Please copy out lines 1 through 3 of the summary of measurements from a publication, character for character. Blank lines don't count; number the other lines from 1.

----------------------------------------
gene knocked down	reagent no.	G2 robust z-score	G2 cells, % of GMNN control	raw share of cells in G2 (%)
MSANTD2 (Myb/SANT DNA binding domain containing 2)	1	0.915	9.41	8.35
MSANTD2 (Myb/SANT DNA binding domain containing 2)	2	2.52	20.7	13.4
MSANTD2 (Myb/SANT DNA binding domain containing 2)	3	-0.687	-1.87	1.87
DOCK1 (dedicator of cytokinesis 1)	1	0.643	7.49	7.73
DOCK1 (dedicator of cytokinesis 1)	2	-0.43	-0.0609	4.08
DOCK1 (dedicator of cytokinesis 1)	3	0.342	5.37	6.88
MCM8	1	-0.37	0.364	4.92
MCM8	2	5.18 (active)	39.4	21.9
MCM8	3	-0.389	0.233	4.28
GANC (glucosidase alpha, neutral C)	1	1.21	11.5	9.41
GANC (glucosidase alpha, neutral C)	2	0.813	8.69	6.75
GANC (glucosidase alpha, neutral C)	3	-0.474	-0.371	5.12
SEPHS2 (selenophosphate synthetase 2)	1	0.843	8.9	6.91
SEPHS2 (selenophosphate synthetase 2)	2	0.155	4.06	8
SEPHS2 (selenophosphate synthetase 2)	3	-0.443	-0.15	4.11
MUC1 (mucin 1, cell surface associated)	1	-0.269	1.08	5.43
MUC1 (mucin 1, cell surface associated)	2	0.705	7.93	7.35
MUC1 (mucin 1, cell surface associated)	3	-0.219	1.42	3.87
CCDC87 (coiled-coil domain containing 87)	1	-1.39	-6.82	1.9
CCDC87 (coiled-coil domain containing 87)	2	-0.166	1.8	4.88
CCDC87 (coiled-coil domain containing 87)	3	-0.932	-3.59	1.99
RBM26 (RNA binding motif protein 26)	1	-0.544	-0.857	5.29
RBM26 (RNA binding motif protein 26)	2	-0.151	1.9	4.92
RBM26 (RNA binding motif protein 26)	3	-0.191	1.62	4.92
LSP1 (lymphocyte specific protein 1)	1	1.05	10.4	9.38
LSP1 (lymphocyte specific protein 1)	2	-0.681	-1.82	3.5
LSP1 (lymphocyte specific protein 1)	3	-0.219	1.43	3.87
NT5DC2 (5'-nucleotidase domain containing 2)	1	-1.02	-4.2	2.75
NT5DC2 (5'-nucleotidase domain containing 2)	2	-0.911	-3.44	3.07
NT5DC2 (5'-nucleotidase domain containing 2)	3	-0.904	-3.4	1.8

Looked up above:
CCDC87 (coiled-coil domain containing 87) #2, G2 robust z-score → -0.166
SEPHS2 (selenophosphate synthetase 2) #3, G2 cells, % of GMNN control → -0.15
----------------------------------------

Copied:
gene knocked down	reagent no.	G2 robust z-score	G2 cells, % of GMNN control	raw share of cells in G2 (%)
MSANTD2 (Myb/SANT DNA binding domain containing 2)	1	0.915	9.41	8.35
MSANTD2 (Myb/SANT DNA binding domain containing 2)	2	2.52	20.7	13.4